Jakarta's ties with Beijing should not be at the expense of relations with Tokyo: The Jakarta Post

Indonesian President Joko Widodo (left) shaking hands with Chinese President Xi Jinping at the G-20 summit in Hangzhou on Sept 4, 2016.
Indonesian President Joko Widodo (left) shaking hands with Chinese President Xi Jinping at the G-20 summit in Hangzhou on Sept 4, 2016.PHOTO: EPA

In its editorial on Sept 7, the paper reminds the government that Japan remains important to the country too.

Given the non-binding nature of the decisions and measures of the G-20 major economies, the meeting between President Joko "Jokowi" Widodo and China's President Xi Jinping in Hangzhou on Friday could generate more immediate and concrete benefits for both countries than the actual summit did.

As both countries are the largest economies in the East Asia region, with China the world's second-largest economy, the meeting of the two leaders - the fifth over the past two years - was strategically important for further cementing bilateral relations and further nurturing mutual understanding and cooperation.

Jokowi's third visit to China, which ended on Monday, as part of the G-20 Summit, only reflected the rapidly deepening ties, notably economic relations, between the two countries. China is now Indonesia's largest trading partner and one of the largest foreign investors in the country. As bilateral ties deepen, there is always the risk of some economic, trade or investment spats or disputes. Frequent meetings between the two leaders should be able to prevent such outbursts from worsening.

It is encouraging to note that the noisy protests often raised by Indonesian manufacturers and farmers over the flood of Chinese goods into domestic markets over the past few years did not divert the attention of the government and business leaders from the long-term, broader benefits of expanded bilateral economic cooperation. If imports from China caused severe disruptions in the domestic market, Indonesia could still resort to such measures allowed by the Geneva-based World Trade Organisation as a safeguard: anti-dumping measures and countervailing actions.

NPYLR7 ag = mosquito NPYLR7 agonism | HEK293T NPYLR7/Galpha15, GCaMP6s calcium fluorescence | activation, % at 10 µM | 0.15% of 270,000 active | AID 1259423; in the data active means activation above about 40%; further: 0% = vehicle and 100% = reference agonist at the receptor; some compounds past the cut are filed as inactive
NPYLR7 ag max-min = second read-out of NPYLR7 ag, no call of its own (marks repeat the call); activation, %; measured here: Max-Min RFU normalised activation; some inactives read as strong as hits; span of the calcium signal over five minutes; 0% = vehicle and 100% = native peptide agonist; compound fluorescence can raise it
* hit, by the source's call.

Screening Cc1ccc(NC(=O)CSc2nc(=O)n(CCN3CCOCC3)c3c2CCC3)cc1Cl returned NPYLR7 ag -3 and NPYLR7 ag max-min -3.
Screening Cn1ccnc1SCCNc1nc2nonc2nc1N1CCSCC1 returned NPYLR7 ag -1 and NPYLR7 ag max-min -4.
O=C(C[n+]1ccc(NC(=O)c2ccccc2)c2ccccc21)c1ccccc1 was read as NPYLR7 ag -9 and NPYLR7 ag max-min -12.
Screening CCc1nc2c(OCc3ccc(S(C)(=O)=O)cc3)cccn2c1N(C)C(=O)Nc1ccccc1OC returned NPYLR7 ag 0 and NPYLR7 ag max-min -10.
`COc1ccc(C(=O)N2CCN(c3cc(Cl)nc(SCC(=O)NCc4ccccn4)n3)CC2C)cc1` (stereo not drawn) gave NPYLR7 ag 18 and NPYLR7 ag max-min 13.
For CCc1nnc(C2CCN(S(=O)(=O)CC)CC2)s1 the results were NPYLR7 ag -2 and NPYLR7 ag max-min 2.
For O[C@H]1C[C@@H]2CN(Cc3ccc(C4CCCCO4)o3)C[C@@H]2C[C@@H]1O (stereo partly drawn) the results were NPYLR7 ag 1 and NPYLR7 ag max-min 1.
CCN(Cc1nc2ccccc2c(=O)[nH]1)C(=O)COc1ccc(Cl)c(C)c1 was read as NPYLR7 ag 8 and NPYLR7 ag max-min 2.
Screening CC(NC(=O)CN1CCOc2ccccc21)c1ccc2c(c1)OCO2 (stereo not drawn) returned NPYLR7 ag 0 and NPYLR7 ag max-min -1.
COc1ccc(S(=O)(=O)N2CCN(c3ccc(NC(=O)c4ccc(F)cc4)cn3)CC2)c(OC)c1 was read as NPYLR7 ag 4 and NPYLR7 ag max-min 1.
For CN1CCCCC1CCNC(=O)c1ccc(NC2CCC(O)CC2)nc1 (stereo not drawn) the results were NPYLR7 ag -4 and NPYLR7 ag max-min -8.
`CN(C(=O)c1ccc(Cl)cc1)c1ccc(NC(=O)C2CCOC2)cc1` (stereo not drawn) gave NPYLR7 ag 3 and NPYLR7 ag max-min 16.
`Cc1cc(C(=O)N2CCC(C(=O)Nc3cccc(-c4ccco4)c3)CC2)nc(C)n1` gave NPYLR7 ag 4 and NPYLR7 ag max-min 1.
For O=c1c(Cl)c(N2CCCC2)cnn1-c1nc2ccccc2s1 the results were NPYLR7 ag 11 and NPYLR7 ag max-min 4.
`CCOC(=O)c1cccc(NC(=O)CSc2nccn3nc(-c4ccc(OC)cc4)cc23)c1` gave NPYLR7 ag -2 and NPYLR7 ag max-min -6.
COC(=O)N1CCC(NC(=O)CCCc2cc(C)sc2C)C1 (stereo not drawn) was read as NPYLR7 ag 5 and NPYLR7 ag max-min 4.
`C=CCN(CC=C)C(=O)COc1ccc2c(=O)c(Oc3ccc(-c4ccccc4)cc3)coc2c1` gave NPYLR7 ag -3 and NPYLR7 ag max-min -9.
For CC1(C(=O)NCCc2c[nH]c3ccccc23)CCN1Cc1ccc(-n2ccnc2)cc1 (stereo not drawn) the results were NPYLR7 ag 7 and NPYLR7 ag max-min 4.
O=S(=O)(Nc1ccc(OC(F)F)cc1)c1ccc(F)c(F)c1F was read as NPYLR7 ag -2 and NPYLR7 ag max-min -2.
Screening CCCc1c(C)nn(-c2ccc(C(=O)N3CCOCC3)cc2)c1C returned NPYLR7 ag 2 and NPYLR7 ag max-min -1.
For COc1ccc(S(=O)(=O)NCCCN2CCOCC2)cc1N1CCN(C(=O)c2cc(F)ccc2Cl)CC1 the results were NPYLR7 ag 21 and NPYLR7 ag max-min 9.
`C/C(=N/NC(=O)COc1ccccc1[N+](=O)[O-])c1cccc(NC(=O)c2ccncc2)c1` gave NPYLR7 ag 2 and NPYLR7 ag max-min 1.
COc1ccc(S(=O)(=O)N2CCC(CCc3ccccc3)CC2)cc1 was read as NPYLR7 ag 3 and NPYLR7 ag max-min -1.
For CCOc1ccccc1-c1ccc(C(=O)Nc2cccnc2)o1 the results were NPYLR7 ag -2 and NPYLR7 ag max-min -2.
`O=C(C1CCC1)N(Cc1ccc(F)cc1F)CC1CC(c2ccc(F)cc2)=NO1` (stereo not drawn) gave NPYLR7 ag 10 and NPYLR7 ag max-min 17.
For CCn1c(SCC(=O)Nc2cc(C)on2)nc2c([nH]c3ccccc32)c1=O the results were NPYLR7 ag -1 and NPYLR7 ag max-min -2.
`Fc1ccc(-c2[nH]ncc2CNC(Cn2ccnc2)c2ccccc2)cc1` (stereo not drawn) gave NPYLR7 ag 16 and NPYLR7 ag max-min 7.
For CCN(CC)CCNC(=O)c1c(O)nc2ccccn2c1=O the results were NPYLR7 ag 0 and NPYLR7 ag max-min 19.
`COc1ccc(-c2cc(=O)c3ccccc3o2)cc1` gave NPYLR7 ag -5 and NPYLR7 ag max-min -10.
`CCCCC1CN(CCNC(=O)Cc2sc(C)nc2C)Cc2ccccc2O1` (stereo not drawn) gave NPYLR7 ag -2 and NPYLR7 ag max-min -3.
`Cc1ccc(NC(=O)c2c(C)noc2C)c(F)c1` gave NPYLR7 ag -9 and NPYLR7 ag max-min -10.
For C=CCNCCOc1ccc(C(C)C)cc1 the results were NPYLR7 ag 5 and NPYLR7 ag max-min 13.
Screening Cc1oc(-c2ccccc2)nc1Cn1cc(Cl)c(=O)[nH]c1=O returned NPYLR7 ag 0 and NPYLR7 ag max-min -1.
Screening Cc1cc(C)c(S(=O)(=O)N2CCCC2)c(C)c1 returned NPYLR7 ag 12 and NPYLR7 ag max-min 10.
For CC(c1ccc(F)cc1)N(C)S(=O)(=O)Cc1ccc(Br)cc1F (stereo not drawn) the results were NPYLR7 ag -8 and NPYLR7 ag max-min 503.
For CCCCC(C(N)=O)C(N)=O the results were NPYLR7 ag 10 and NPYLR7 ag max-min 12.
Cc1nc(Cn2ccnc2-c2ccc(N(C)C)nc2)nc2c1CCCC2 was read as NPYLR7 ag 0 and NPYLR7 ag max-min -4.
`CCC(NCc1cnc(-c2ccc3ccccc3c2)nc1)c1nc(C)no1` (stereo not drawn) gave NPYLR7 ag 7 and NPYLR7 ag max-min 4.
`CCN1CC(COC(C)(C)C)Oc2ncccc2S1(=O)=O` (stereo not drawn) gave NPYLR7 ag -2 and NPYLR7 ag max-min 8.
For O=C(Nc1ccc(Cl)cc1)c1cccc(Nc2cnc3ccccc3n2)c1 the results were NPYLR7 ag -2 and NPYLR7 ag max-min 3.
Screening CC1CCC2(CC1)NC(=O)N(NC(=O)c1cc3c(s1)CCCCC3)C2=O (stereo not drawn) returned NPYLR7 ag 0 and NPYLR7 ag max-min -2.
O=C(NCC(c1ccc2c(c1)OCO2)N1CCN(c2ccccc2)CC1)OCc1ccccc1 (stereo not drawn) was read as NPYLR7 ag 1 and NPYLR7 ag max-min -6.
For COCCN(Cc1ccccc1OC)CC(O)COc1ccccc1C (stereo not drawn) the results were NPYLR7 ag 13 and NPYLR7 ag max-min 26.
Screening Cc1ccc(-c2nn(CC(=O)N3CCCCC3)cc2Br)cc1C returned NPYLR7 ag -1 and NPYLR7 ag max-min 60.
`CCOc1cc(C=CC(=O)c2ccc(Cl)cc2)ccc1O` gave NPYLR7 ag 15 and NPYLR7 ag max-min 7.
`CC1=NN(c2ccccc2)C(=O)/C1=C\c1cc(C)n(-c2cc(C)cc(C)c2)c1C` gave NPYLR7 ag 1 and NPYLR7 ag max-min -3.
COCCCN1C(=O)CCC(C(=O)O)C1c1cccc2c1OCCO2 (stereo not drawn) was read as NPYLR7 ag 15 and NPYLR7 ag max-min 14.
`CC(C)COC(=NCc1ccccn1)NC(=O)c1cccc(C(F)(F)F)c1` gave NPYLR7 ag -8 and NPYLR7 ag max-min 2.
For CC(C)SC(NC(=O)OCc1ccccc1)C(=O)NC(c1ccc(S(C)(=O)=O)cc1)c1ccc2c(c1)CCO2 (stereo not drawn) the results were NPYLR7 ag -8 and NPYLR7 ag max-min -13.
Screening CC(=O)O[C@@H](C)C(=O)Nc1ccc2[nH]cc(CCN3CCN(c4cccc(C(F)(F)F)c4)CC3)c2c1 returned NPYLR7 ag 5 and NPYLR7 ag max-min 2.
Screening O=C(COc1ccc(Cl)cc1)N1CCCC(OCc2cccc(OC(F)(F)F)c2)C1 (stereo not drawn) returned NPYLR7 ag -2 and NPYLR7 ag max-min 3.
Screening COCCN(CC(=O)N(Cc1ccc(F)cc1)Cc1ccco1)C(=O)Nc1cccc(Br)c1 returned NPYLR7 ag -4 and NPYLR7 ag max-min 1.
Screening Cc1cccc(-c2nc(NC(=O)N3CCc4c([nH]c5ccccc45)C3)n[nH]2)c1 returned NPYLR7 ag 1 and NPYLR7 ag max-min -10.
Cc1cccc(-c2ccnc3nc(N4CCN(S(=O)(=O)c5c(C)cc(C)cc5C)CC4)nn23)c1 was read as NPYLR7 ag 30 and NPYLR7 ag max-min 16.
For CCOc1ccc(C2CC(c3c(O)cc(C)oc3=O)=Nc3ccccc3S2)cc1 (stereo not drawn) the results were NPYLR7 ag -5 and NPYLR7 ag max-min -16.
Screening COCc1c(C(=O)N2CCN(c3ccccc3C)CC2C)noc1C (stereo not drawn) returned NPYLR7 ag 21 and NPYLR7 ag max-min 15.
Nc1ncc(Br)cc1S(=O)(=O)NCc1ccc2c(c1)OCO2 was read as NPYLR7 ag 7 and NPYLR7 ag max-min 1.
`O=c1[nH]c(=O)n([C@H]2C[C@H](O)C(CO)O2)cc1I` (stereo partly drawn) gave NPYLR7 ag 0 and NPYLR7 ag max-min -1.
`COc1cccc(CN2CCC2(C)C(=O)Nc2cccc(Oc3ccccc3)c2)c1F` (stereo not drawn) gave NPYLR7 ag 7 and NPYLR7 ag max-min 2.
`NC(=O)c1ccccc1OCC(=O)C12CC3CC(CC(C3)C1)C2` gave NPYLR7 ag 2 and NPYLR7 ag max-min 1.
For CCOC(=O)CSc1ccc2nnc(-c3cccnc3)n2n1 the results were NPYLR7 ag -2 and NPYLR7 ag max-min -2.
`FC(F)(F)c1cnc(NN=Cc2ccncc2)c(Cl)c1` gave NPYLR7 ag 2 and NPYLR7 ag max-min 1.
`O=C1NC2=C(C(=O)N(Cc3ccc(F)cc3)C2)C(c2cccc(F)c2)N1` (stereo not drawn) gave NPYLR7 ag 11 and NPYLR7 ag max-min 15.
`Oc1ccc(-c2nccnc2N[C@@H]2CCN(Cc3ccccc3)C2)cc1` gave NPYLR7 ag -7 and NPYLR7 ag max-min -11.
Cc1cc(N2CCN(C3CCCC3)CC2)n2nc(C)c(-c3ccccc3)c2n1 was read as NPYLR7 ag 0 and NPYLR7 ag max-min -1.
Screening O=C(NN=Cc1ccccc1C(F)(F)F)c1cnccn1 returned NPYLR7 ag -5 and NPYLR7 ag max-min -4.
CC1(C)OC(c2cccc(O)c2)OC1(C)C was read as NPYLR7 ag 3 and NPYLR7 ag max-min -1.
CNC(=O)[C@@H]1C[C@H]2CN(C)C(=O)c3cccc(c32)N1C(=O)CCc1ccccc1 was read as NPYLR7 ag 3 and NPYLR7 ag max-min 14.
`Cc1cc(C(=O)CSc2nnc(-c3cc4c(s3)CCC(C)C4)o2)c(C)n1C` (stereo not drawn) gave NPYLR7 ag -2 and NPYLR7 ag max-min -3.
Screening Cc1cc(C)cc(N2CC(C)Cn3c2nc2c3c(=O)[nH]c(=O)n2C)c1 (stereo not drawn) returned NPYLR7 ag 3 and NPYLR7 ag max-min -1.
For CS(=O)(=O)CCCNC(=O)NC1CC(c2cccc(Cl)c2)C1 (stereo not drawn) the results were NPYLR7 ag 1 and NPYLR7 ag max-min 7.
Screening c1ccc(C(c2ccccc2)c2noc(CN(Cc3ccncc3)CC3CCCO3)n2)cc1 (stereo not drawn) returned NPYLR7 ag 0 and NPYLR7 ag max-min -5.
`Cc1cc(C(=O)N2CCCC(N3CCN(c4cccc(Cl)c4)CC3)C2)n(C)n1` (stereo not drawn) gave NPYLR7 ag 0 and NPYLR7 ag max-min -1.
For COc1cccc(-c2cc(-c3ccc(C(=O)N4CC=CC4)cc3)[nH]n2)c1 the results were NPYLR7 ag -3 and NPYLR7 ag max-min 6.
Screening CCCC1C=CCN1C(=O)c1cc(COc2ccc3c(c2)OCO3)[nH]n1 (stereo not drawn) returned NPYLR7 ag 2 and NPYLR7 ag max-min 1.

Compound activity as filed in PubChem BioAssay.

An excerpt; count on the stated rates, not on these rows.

After all, trade is only one aspect of the overall economic relationship. Yet more important is for both countries to increase the depth and breadth of their economic relations through investment, which is the best vehicle for the transfer of expertise, technology and the development of global market networks.

It is true that Indonesia, like many other countries in Asia, has been suffering the brunt of an economic slowdown in China, especially because we are a major exporter of commodities like palm oil, rubber, cocoa, coal and other minerals. As China's economy continues to grow, though at a lower rate and the number of its middle-class consumers increases to become a huge pool of purchasing power, it has also become a major supplier of tourists to Indonesia.

China's big lending and investment commitment to infrastructure development in Indonesia, like power generation and railway transportation, is also rather strategic because it is the poor and inadequate infrastructure that has long been the main cause of Indonesia's economic inefficiency and lack of competitiveness.

However, it is well advised for the government to see to it that our burgeoning relations with China should not be at the expense of our similarly strategic partnership with, among other major economies, Japan, which between the 1960s and the 1990s had been one of our biggest trading partners and largest foreign investors and was the biggest donor of soft-term development aid to Indonesia. Both Japan and China are equally important for us.

* The Jakarta Post is a member of The Straits Times media partner Asia News Network, an alliance of 21 newspapers.